Dismissal for poor performance: The Toffoletto De Luca Tamajo Employment Law Hub releases a new Law Map comparing the risks posed in 38 countries

30 Jul 2019

Poor performance represents a justified cause for dismissal. However, in Italy, as is the case in many other jurisdictions, employers can find themselves in a delicate situation with a high risk of consequent litigation, when it comes to challenging an employee’s poor performance and the subsequent termination of his or her employment contract. 

These are the results yielded by a study carried out by Toffoletto De Luca Tamajo - one of Italy’s leading  law firms specialising in employment law, labour law, and commercial agency agreements - on the ability of companies to dismiss employees for poor performance. The Poor Performance Law Map™  is just one of many interactive maps showing the results of complex comparative law studies carried out by the firm in collaboration with Ius Laboris, the largest global alliance of employment law specialists, of which Toffoletto De Luca Tamajo is a founding member. 

An employee’s failure to perform his or her job in the company’s best interests and with the diligence required by the nature of the work, can constitute grounds for termination of an employment contract. 

Francesco Lorenzi, a lawyer at Toffoletto De Luca Tamajo explained: “The Law Map shows that dismissal for poor performance is permitted in most countries, even if there are significant differences between some jurisdictions”.

According to consolidated case law in Italy, dismissal for poor performance is lawful provided that the employer is able to prove that: i) the employee has performed at a level that is inferior to that of colleagues with the same job title and duties, ii) that the performance gap is considerable and iii) that the employee’s poor performance is a result of the employee’s own negligence and inexperience and cannot be ascribed to the company.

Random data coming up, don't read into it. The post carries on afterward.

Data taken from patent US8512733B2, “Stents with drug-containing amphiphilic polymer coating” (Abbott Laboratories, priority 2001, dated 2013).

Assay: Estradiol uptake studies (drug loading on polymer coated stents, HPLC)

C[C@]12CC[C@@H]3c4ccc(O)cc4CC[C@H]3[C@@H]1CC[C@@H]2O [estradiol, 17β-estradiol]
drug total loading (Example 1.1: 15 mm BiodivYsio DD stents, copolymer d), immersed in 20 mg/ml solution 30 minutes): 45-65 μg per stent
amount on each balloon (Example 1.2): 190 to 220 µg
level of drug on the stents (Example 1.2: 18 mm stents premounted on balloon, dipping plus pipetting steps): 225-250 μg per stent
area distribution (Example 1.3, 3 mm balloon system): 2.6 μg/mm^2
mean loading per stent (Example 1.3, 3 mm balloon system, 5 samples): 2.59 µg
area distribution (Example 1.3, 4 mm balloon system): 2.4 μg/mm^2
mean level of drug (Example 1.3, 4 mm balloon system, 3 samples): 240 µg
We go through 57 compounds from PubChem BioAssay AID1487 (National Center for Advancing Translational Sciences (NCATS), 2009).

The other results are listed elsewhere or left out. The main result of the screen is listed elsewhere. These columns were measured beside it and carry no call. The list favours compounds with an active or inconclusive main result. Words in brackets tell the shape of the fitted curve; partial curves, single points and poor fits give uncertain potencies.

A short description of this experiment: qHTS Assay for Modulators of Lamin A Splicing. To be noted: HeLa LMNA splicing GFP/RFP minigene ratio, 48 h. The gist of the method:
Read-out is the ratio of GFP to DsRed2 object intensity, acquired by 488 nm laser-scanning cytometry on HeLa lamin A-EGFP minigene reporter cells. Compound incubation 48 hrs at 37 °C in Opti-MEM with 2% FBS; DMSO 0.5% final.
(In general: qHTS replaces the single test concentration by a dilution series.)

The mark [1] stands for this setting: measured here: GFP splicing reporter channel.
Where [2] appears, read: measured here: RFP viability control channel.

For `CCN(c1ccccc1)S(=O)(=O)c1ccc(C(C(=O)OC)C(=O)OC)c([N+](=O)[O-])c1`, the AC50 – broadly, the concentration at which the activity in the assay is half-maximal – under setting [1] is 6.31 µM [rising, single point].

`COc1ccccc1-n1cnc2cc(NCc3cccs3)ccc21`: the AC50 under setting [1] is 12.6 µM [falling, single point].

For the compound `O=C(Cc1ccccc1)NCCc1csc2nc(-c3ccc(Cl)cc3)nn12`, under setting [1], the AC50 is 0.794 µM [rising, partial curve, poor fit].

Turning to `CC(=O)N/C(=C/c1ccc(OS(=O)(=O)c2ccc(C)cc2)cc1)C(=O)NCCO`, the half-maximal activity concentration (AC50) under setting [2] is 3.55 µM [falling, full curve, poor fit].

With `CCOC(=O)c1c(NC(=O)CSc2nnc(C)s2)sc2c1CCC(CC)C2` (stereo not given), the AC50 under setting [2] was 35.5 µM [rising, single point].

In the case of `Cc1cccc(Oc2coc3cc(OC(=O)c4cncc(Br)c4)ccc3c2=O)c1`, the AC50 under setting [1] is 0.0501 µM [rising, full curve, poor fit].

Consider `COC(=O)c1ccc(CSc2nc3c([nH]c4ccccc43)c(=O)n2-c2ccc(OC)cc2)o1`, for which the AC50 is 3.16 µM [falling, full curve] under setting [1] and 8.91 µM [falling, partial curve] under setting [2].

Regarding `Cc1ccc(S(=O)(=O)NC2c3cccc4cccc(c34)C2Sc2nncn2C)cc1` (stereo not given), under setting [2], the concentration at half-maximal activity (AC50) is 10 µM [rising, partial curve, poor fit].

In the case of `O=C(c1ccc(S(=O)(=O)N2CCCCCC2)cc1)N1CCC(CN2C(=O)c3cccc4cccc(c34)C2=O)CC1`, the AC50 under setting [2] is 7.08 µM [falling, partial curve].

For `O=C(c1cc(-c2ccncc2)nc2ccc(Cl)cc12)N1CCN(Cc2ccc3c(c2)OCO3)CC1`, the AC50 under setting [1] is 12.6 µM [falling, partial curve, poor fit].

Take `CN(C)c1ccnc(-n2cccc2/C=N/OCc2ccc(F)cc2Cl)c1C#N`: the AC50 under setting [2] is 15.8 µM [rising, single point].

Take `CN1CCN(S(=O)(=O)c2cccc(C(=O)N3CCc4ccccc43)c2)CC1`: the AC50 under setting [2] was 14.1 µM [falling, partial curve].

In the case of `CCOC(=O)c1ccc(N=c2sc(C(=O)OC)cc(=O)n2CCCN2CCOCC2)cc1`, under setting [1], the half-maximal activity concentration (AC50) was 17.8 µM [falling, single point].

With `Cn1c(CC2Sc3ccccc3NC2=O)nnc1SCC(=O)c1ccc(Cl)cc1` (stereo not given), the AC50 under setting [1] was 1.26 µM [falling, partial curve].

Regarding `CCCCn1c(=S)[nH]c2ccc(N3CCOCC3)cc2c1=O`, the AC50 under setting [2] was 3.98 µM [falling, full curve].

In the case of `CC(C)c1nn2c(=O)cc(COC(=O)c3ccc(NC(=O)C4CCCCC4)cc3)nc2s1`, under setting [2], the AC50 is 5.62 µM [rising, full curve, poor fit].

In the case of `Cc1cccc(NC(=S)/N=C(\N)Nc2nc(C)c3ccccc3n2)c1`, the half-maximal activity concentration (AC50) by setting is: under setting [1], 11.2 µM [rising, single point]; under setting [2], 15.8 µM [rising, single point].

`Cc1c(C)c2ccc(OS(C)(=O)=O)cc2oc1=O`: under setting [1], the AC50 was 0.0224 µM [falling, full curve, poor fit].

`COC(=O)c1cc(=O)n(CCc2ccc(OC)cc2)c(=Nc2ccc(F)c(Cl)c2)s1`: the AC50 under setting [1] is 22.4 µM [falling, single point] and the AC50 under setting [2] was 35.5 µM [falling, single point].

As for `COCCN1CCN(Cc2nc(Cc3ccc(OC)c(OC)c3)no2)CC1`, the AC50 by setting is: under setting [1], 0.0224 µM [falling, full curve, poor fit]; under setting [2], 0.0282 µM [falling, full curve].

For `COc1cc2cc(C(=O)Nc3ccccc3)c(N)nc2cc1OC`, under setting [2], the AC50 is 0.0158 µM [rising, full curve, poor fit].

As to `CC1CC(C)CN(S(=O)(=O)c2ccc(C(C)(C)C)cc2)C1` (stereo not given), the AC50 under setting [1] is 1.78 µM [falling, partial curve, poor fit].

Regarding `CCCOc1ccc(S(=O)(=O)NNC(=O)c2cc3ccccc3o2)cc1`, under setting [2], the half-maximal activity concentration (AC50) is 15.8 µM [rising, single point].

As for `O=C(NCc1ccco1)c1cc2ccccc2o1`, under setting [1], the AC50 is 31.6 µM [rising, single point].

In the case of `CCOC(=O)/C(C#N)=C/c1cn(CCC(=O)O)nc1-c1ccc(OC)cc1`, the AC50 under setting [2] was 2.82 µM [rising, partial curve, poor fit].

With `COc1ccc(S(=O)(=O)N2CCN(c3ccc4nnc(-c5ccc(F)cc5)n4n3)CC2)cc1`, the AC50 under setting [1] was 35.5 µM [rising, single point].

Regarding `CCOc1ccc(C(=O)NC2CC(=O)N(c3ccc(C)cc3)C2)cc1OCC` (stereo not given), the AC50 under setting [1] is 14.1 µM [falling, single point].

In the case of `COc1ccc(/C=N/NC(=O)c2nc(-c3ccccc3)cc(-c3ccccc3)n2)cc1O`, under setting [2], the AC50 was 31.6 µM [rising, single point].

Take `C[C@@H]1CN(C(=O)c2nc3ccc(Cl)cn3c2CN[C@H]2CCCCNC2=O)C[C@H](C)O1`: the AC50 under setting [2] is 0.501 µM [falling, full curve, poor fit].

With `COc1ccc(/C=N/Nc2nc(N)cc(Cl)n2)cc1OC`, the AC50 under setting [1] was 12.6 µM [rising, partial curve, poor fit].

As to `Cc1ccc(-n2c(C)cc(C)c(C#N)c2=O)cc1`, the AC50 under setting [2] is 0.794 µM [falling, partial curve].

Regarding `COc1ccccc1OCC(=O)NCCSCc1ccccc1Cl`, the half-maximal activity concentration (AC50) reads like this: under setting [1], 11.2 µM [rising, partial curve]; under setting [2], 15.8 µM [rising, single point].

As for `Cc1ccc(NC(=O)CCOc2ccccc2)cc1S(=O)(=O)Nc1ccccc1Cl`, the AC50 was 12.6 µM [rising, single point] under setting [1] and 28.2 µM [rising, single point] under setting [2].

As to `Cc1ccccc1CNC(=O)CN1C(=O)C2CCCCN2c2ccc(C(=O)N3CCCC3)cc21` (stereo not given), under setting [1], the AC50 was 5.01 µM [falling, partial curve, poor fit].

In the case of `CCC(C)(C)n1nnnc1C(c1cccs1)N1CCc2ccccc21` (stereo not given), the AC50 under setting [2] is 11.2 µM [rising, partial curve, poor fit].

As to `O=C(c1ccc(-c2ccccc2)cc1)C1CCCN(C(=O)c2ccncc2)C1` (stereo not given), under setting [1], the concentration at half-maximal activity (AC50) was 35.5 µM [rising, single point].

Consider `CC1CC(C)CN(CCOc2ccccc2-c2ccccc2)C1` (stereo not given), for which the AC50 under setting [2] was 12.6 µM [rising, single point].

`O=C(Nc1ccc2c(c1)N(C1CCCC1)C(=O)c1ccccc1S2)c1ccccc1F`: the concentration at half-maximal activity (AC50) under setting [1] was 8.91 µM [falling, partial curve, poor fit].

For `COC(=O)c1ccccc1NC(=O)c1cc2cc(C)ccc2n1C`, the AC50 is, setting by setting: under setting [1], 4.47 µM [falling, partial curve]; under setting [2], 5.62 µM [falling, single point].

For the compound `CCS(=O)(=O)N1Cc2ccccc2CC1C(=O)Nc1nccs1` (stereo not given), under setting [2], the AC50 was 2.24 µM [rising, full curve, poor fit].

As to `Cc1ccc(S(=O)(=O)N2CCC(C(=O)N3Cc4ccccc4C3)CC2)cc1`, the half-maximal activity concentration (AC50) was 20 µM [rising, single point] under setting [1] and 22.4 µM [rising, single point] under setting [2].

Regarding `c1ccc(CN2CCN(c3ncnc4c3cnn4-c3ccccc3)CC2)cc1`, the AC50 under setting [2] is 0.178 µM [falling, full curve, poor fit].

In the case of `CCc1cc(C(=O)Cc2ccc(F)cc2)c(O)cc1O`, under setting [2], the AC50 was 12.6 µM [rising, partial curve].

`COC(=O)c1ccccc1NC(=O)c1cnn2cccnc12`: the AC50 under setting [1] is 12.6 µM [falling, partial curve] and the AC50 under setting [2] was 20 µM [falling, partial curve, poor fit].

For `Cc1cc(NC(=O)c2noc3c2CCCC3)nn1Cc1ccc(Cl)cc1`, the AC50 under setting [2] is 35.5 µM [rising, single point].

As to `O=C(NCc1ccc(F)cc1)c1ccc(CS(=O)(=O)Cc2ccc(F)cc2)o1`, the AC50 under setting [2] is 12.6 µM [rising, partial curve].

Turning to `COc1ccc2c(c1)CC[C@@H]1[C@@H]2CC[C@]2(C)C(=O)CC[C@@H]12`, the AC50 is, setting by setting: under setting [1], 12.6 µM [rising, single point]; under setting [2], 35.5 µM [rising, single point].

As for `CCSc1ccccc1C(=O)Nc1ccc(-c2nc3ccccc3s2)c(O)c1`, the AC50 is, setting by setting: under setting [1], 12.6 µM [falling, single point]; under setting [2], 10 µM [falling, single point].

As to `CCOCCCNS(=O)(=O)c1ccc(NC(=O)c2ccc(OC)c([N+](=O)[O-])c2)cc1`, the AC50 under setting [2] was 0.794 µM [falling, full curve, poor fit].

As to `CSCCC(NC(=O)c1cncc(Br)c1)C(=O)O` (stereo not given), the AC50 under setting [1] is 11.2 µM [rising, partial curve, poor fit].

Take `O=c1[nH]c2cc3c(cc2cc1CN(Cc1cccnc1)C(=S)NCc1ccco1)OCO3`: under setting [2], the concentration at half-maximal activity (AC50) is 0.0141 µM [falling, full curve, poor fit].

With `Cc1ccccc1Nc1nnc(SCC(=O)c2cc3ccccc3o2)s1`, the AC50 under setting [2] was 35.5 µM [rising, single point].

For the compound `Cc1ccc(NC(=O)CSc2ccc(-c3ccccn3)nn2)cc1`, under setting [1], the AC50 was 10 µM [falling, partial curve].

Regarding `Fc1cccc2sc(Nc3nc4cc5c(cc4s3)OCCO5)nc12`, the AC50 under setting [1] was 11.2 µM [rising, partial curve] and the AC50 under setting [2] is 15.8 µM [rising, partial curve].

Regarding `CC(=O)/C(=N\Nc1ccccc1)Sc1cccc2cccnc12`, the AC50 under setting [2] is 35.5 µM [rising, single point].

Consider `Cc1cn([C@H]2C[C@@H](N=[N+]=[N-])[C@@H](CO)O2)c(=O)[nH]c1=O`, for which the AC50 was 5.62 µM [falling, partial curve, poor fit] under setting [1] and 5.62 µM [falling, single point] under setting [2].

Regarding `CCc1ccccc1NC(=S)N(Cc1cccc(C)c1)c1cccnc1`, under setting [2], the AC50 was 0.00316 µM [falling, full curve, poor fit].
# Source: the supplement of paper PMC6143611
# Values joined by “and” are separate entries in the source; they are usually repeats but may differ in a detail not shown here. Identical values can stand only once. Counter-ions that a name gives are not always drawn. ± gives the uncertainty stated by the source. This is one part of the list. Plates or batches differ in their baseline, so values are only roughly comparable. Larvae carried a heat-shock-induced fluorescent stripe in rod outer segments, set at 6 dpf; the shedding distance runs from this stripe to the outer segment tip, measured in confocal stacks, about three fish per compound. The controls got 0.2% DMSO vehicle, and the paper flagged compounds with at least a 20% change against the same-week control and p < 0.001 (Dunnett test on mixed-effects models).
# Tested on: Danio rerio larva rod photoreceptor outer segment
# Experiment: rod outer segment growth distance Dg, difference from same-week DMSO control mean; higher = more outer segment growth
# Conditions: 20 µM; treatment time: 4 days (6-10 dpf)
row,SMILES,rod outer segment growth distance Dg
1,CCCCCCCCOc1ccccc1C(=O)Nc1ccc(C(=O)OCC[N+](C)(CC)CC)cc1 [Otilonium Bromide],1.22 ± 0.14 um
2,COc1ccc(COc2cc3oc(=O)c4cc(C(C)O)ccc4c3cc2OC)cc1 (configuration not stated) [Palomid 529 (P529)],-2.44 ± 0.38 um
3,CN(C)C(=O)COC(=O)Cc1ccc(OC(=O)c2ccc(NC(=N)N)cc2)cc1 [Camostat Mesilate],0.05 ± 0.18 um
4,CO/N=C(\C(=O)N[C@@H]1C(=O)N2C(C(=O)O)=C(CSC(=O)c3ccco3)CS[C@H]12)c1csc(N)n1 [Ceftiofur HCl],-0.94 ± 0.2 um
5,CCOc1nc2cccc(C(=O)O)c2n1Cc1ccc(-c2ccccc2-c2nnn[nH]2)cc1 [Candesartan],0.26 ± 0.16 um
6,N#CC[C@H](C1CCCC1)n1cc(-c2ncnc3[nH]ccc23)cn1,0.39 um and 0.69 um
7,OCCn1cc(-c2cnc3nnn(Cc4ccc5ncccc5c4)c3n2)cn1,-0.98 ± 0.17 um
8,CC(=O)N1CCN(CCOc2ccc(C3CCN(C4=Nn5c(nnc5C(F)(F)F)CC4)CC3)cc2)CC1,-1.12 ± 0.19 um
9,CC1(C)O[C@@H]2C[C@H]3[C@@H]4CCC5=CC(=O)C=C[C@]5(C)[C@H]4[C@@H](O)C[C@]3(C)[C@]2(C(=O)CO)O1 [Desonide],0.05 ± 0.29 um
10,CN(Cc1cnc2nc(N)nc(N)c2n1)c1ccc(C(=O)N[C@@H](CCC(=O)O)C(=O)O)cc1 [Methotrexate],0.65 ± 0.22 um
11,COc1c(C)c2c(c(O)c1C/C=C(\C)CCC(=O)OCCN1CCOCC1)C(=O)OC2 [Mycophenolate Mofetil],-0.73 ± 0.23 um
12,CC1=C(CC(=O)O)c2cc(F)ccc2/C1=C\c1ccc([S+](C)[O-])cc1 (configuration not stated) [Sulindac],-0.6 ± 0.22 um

An International Outlook 

On a global level, poor performance is considered a factor that must be monitored, even if its importance weighs differently across jurisdictions. For instance, in countries like Mexico, Chile, Finland, Moldavia and Ireland, poor performance does not constitute a valid ground for dismissal per se, but has to be supported by other “indicators”. 

On the opposite side of the scale we find countries like Belgium, Brazil, Switzerland and Greece where dismissal for poor performance is possible and the risks for taking such action are limited; either because the law does not require a justification for the dismissal, like in Brazil, or because employers are entitled to let an employee go for whatever reason, provided such grounds are not wholly unreasonable- as is the case in Belgium. 

On the other hand, in the UK, USA, France, Spain, The Netherlands, Germany, Russia, Costa Rica and South Africa, dismissal for poor performance is lawful as long as the employer respects the disciplinary procedure and is able to prove that the employee performed poorly over a prolonged period of time.